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What if My Lender Finds Out I Don't Have Home Insurance?

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There is such a thing as force-place insurance. It's costly.

COSTA MESA, Calif. - eTradeWire -- If you have a mortgage on a home, the home does not yet belong to you. It belongs to the lender with whom you have a contractual relationship. Not only are you paying a set amount each month towards ownership, you are actively maintaining insurance coverage on the mortgaged home. In some cases, you may be unaware that you have homeowners insurance because the lender took out a policy on your behalf and payments are included in the monthly payments you make. However, if you do not have homeowners insurance through your lender and your lender finds out, they will likely put force-placed insurance on your home. It's well within their rights to also foreclose on the property because you are, by default, violating the terms of your mortgage loan. It's best that you find out if you're covered right away. If you're not, compare home insurance rates (https://smartfinancial.com/home-insurance) to see who has the best coverage for you at the right price.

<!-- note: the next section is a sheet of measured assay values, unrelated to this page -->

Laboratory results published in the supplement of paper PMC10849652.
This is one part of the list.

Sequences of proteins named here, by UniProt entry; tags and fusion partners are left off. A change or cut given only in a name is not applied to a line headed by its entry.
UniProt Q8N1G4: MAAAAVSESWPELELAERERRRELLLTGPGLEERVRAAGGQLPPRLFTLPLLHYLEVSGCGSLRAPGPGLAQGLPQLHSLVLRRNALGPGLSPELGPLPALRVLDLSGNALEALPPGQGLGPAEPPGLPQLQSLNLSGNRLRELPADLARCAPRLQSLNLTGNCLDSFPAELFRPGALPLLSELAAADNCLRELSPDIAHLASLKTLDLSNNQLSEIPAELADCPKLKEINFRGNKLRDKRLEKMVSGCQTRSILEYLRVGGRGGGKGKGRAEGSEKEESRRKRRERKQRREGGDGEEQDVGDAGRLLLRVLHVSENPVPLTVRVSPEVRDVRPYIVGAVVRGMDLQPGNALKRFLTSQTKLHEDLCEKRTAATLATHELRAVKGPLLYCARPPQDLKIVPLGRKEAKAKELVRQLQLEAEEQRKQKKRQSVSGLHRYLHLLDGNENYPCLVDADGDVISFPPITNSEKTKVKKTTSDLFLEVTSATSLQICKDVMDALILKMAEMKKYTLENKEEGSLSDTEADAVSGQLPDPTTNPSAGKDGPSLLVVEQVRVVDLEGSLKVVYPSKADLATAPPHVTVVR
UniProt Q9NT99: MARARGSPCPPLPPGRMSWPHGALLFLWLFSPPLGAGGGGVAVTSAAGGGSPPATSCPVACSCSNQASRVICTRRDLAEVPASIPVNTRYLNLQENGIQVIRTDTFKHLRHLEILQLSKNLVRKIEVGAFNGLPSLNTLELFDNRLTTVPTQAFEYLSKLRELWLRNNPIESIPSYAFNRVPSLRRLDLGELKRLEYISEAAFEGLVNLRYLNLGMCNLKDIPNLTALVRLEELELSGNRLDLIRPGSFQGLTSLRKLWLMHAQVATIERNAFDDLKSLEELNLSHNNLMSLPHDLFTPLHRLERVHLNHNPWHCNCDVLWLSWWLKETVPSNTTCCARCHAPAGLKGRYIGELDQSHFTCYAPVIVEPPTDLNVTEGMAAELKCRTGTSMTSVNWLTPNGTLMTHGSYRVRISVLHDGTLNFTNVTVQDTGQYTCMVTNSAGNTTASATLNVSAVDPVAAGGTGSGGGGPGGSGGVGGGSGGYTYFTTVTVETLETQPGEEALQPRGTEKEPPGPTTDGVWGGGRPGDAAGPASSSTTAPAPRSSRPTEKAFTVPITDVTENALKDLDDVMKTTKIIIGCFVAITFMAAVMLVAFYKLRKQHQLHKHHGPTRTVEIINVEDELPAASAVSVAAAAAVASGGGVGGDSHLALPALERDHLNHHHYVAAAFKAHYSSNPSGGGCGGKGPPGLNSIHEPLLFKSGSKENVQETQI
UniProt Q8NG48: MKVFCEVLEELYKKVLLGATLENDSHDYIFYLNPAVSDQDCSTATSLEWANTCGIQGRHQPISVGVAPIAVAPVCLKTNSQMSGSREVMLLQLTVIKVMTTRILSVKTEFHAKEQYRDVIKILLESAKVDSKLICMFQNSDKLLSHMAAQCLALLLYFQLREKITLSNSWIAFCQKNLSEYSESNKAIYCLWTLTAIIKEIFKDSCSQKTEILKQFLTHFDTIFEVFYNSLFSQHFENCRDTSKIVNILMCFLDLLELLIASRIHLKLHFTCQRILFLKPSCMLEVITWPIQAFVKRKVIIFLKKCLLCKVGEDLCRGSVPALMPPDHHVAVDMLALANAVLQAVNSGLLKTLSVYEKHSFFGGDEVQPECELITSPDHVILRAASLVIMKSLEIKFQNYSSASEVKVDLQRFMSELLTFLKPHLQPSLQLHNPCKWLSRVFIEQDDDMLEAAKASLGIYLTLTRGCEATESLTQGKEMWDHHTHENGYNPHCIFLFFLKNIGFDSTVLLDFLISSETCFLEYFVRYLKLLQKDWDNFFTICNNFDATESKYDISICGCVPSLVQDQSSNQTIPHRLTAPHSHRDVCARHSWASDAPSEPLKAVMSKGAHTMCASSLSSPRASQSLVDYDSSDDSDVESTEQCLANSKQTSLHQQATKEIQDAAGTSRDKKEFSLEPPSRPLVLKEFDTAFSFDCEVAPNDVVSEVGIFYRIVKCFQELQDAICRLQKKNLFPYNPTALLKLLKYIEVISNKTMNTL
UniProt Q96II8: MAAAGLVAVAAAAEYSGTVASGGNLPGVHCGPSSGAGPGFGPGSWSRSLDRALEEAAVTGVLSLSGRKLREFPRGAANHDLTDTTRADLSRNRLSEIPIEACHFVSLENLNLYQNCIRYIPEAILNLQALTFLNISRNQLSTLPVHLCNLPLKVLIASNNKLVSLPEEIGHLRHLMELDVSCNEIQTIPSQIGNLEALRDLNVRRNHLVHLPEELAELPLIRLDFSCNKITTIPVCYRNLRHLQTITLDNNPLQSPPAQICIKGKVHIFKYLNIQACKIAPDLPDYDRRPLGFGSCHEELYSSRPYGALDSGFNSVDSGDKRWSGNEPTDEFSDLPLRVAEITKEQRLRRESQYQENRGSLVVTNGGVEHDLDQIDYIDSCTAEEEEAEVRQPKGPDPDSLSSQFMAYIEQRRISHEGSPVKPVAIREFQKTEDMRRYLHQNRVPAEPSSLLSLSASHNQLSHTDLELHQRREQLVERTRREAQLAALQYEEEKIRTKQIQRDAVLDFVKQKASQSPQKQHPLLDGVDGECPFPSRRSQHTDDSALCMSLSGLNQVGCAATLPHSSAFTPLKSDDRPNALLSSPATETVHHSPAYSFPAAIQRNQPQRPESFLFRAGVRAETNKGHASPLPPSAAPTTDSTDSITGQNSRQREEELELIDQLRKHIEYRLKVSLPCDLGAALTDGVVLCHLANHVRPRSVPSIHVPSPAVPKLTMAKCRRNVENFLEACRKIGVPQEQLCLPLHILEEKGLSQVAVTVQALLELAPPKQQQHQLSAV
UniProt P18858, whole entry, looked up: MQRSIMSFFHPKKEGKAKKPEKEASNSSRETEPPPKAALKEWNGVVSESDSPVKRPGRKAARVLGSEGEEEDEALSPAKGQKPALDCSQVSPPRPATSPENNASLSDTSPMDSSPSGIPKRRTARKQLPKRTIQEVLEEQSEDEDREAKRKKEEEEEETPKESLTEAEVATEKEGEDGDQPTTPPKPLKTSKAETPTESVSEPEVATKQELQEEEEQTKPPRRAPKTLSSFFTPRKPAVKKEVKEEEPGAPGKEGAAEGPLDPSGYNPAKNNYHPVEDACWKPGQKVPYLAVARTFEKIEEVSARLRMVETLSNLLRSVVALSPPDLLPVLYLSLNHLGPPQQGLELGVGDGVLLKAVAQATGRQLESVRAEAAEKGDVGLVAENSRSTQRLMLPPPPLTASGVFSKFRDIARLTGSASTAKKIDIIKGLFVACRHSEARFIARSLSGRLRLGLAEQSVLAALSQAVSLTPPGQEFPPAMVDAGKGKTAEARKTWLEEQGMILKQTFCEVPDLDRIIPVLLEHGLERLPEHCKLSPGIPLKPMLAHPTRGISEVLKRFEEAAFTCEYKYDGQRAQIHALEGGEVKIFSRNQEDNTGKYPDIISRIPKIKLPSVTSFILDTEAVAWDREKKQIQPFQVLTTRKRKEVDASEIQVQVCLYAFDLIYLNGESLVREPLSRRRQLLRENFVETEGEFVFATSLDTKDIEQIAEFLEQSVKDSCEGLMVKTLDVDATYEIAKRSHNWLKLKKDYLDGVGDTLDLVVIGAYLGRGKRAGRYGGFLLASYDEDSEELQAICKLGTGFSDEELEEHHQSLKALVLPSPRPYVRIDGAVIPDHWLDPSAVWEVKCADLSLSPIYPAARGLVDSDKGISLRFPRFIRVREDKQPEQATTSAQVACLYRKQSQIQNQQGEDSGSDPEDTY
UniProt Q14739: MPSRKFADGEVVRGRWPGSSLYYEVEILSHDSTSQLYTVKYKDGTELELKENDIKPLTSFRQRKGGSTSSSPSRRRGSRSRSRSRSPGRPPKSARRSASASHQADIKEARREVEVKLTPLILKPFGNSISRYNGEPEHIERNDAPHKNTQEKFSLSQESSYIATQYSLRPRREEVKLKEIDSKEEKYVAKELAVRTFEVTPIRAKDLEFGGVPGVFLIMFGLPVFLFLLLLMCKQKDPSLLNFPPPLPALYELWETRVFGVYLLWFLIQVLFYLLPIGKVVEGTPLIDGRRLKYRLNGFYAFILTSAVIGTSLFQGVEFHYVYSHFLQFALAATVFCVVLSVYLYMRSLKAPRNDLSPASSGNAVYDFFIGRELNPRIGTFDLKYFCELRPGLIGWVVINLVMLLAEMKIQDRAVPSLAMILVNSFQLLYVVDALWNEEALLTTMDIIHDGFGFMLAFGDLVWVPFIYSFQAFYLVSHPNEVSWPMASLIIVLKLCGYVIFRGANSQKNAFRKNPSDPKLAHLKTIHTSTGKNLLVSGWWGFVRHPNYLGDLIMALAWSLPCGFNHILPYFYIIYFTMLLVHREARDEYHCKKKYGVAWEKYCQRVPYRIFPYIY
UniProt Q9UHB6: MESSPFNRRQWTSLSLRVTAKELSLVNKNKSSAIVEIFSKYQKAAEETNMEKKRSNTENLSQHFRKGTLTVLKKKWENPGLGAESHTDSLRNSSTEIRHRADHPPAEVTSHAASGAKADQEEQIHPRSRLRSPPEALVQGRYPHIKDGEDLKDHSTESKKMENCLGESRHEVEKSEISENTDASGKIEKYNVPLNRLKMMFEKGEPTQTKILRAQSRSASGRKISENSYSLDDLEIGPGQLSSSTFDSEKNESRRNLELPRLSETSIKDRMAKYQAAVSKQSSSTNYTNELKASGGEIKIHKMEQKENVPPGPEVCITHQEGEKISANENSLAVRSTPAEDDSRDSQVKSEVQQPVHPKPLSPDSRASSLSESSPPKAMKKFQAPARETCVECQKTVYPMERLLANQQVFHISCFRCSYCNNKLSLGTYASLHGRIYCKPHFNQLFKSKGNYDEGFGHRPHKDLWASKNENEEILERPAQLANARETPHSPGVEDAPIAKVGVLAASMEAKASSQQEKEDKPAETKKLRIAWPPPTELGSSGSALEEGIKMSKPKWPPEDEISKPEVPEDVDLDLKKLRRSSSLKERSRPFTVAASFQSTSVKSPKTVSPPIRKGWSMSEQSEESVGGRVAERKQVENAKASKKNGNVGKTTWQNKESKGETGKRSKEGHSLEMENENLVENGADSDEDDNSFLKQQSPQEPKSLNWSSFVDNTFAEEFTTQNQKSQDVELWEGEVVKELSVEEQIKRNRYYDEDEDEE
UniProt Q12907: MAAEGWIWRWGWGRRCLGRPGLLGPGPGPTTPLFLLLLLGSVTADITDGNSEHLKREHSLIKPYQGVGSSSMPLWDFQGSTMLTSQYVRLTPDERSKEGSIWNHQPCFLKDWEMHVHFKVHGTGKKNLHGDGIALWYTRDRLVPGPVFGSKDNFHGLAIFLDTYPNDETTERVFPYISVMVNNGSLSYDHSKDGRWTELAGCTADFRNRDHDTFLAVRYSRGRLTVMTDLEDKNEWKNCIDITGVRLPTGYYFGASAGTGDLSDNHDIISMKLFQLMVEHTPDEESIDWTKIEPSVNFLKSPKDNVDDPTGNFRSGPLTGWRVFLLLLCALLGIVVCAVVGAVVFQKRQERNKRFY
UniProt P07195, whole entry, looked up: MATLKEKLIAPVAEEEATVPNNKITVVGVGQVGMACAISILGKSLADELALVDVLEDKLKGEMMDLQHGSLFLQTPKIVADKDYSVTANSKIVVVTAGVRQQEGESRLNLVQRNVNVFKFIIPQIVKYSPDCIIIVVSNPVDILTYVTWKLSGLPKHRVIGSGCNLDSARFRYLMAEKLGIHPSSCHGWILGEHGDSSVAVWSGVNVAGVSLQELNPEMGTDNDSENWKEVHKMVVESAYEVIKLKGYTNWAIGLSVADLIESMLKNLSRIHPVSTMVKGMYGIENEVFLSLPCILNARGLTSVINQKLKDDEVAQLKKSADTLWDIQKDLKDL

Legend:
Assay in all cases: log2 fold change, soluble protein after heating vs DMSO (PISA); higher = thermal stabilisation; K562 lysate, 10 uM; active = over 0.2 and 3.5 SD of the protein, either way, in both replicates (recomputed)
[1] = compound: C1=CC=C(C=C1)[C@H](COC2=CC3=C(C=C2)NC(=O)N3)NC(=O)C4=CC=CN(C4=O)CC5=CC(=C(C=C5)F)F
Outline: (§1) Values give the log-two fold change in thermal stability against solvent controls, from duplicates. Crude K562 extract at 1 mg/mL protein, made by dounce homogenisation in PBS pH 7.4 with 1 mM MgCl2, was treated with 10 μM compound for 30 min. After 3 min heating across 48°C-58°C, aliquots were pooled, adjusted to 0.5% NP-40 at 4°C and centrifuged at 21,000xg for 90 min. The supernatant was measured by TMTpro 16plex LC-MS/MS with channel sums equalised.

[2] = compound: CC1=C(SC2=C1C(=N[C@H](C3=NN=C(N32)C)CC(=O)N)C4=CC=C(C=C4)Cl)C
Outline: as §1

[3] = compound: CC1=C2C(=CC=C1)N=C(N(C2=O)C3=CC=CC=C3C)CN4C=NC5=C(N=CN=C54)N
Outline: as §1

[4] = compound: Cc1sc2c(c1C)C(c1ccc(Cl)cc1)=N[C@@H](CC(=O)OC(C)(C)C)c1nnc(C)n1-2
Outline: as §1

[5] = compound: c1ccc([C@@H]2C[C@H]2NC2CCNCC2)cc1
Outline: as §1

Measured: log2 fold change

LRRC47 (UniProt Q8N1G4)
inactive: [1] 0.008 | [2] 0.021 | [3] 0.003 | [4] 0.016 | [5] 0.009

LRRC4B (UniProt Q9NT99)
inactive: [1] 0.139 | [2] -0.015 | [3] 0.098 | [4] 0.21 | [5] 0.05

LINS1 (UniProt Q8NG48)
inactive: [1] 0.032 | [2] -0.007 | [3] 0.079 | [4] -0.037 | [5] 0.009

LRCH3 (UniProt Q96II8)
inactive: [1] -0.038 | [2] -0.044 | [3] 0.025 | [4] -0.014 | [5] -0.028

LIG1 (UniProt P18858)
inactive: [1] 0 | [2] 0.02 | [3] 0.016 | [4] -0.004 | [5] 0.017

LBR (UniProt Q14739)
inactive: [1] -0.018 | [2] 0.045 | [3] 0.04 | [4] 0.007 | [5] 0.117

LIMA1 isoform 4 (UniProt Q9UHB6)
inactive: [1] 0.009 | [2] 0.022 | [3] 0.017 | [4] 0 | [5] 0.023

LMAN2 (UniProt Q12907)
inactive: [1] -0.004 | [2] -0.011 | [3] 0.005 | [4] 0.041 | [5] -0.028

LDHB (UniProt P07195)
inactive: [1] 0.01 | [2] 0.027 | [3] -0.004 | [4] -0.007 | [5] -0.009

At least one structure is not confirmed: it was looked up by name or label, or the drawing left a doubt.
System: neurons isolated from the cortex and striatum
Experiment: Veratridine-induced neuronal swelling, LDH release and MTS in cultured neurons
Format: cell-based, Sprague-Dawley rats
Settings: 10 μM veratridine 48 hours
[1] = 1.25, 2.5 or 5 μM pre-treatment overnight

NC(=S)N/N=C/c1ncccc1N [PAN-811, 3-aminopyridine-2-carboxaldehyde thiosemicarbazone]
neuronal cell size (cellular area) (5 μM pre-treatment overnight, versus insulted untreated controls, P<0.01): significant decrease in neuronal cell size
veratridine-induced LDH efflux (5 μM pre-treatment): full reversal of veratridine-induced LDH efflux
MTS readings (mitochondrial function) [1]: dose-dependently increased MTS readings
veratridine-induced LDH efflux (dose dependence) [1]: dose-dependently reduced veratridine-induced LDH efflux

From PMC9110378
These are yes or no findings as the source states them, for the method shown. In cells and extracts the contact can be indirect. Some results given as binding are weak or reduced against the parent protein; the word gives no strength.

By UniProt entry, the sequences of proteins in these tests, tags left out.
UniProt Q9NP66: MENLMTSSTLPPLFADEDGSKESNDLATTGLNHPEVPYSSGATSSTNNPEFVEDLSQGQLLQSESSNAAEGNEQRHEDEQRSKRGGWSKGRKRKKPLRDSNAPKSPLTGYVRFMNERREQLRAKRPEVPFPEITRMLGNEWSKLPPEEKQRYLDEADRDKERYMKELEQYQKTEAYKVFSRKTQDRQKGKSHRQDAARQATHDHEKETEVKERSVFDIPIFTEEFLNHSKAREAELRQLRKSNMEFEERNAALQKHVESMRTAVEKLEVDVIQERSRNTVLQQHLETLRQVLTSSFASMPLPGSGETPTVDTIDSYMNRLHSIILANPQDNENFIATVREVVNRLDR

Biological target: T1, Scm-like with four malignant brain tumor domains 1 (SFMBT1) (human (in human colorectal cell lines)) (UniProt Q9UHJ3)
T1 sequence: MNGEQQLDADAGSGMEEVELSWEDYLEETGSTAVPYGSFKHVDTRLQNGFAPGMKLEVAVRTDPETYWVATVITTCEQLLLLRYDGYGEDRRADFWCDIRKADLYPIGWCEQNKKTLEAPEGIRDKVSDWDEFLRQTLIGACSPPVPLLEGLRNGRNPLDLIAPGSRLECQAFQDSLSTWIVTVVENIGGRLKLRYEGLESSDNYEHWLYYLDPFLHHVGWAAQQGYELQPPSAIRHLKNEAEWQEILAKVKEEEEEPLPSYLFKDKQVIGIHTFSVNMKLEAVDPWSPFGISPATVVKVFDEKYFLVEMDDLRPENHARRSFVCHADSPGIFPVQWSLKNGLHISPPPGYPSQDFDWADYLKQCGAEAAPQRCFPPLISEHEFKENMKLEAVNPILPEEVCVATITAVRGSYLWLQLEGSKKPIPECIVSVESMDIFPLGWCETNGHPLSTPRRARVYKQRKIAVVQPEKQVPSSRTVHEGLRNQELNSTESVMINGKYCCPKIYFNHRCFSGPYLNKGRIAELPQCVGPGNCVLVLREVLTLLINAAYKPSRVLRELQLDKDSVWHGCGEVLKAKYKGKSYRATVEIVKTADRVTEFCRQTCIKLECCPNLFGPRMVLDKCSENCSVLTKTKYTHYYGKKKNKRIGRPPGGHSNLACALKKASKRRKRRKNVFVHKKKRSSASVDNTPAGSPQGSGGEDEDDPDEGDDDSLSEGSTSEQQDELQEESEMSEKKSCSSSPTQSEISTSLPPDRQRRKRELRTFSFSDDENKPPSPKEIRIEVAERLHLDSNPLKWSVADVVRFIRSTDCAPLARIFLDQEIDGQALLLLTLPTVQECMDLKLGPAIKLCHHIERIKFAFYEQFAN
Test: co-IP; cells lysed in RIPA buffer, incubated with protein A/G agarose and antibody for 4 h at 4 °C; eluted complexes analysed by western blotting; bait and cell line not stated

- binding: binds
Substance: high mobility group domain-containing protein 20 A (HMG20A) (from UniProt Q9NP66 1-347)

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What Is Force-Placed Insurance?

Force-placed insurance is also called credit-place or lender-placed insurance. This is an insurance policy that is placed by a bank or mortgage service on a home if you do not have homeowners' insurance or if it's insufficient. If your insurance lapses due to nonpayment or if you are dropped by the insurer, your lender may take out insurance on your behalf, if another insurer will take you.

This is why it's so important not to file unnecessary claims and to make payments on time and try to keep your claims history clean. Otherwise, you may pay exorbitant rates for basic home insurance or, worse yet, you won't be able to get any homeowners insurance, which would cause you to foreclose on the house. That's why it's important to have the best home insurance (https://smartfinancial.com/home-insurance) in place and to safeguard that account at every turn.

What Do I Need to Know About Force-Placed Insurance?

For one thing, it's important to note that with a force-placed insurance policy, you're likely paying too much. There has been lots of reporting on how some lenders have vested interest in these policies for the wrong reason. But regardless of whether or not your lender is placing insurance on your home to protect his financial investment or if he's got a side gig, it doesn't matter. Your home should never be unprotected for even a single day.

Source: SmartFinancial
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Filed Under: Real Estate

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